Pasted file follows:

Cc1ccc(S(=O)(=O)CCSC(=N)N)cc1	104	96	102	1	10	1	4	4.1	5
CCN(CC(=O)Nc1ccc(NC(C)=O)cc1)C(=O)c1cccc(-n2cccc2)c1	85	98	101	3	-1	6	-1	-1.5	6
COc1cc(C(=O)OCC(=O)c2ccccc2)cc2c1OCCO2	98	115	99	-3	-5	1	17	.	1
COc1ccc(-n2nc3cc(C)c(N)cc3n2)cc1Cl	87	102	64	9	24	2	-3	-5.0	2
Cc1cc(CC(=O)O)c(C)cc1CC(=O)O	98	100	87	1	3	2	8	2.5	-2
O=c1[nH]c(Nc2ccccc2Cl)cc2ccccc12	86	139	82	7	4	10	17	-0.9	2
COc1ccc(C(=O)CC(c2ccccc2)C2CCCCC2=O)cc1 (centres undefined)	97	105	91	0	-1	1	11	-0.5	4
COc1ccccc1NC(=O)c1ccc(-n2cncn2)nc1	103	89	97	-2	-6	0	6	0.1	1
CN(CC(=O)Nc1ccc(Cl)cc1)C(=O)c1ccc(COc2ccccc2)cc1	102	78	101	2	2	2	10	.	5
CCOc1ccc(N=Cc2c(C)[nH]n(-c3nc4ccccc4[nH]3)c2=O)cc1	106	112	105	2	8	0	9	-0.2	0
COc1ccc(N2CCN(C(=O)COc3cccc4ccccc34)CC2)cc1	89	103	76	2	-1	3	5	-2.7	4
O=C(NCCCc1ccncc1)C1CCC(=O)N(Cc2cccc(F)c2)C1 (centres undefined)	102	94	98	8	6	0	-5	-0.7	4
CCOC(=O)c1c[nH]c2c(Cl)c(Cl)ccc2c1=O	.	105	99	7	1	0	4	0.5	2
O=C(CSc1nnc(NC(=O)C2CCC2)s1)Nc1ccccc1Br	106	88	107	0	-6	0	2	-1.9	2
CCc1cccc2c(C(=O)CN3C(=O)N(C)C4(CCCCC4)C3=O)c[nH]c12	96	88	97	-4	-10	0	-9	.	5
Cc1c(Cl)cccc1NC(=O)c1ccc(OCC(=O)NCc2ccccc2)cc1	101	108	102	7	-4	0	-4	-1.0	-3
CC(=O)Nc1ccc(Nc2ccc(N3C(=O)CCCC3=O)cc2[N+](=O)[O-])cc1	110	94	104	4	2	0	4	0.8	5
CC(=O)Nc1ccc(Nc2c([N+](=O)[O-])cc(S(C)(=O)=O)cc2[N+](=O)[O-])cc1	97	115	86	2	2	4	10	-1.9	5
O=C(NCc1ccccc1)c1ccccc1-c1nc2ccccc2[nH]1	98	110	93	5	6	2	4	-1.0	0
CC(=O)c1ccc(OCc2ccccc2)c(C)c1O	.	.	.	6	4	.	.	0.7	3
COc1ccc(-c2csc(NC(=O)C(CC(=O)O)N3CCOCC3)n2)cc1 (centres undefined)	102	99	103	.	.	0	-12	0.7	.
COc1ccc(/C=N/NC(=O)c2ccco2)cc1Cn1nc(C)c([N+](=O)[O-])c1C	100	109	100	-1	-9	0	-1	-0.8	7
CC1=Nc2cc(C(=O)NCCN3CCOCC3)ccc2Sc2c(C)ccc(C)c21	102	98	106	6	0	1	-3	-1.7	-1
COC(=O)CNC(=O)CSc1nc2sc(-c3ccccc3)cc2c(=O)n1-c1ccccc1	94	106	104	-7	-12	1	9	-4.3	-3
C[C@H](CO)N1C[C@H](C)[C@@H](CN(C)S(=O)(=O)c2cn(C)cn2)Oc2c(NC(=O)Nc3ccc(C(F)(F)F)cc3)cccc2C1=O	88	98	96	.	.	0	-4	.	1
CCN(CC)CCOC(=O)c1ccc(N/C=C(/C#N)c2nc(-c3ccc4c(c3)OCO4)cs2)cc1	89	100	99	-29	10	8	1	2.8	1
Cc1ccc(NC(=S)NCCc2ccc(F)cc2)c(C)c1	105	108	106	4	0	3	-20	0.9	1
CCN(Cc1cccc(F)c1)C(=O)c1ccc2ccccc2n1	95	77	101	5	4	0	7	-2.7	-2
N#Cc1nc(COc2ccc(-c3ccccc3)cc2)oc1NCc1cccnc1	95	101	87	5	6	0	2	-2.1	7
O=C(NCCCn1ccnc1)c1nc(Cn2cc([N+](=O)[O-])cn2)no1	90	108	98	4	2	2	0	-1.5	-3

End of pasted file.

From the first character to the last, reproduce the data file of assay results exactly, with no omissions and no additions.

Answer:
Cc1ccc(S(=O)(=O)CCSC(=N)N)cc1	104	96	102	1	10	1	4	4.1	5
CCN(CC(=O)Nc1ccc(NC(C)=O)cc1)C(=O)c1cccc(-n2cccc2)c1	85	98	101	3	-1	6	-1	-1.5	6
COc1cc(C(=O)OCC(=O)c2ccccc2)cc2c1OCCO2	98	115	99	-3	-5	1	17	.	1
COc1ccc(-n2nc3cc(C)c(N)cc3n2)cc1Cl	87	102	64	9	24	2	-3	-5.0	2
Cc1cc(CC(=O)O)c(C)cc1CC(=O)O	98	100	87	1	3	2	8	2.5	-2
O=c1[nH]c(Nc2ccccc2Cl)cc2ccccc12	86	139	82	7	4	10	17	-0.9	2
COc1ccc(C(=O)CC(c2ccccc2)C2CCCCC2=O)cc1 (centres undefined)	97	105	91	0	-1	1	11	-0.5	4
COc1ccccc1NC(=O)c1ccc(-n2cncn2)nc1	103	89	97	-2	-6	0	6	0.1	1
CN(CC(=O)Nc1ccc(Cl)cc1)C(=O)c1ccc(COc2ccccc2)cc1	102	78	101	2	2	2	10	.	5
CCOc1ccc(N=Cc2c(C)[nH]n(-c3nc4ccccc4[nH]3)c2=O)cc1	106	112	105	2	8	0	9	-0.2	0
COc1ccc(N2CCN(C(=O)COc3cccc4ccccc34)CC2)cc1	89	103	76	2	-1	3	5	-2.7	4
O=C(NCCCc1ccncc1)C1CCC(=O)N(Cc2cccc(F)c2)C1 (centres undefined)	102	94	98	8	6	0	-5	-0.7	4
CCOC(=O)c1c[nH]c2c(Cl)c(Cl)ccc2c1=O	.	105	99	7	1	0	4	0.5	2
O=C(CSc1nnc(NC(=O)C2CCC2)s1)Nc1ccccc1Br	106	88	107	0	-6	0	2	-1.9	2
CCc1cccc2c(C(=O)CN3C(=O)N(C)C4(CCCCC4)C3=O)c[nH]c12	96	88	97	-4	-10	0	-9	.	5
Cc1c(Cl)cccc1NC(=O)c1ccc(OCC(=O)NCc2ccccc2)cc1	101	108	102	7	-4	0	-4	-1.0	-3
CC(=O)Nc1ccc(Nc2ccc(N3C(=O)CCCC3=O)cc2[N+](=O)[O-])cc1	110	94	104	4	2	0	4	0.8	5
CC(=O)Nc1ccc(Nc2c([N+](=O)[O-])cc(S(C)(=O)=O)cc2[N+](=O)[O-])cc1	97	115	86	2	2	4	10	-1.9	5
O=C(NCc1ccccc1)c1ccccc1-c1nc2ccccc2[nH]1	98	110	93	5	6	2	4	-1.0	0
CC(=O)c1ccc(OCc2ccccc2)c(C)c1O	.	.	.	6	4	.	.	0.7	3
COc1ccc(-c2csc(NC(=O)C(CC(=O)O)N3CCOCC3)n2)cc1 (centres undefined)	102	99	103	.	.	0	-12	0.7	.
COc1ccc(/C=N/NC(=O)c2ccco2)cc1Cn1nc(C)c([N+](=O)[O-])c1C	100	109	100	-1	-9	0	-1	-0.8	7
CC1=Nc2cc(C(=O)NCCN3CCOCC3)ccc2Sc2c(C)ccc(C)c21	102	98	106	6	0	1	-3	-1.7	-1
COC(=O)CNC(=O)CSc1nc2sc(-c3ccccc3)cc2c(=O)n1-c1ccccc1	94	106	104	-7	-12	1	9	-4.3	-3
C[C@H](CO)N1C[C@H](C)[C@@H](CN(C)S(=O)(=O)c2cn(C)cn2)Oc2c(NC(=O)Nc3ccc(C(F)(F)F)cc3)cccc2C1=O	88	98	96	.	.	0	-4	.	1
CCN(CC)CCOC(=O)c1ccc(N/C=C(/C#N)c2nc(-c3ccc4c(c3)OCO4)cs2)cc1	89	100	99	-29	10	8	1	2.8	1
Cc1ccc(NC(=S)NCCc2ccc(F)cc2)c(C)c1	105	108	106	4	0	3	-20	0.9	1
CCN(Cc1cccc(F)c1)C(=O)c1ccc2ccccc2n1	95	77	101	5	4	0	7	-2.7	-2
N#Cc1nc(COc2ccc(-c3ccccc3)cc2)oc1NCc1cccnc1	95	101	87	5	6	0	2	-2.1	7
O=C(NCCCn1ccnc1)c1nc(Cn2cc([N+](=O)[O-])cn2)no1	90	108	98	4	2	2	0	-1.5	-3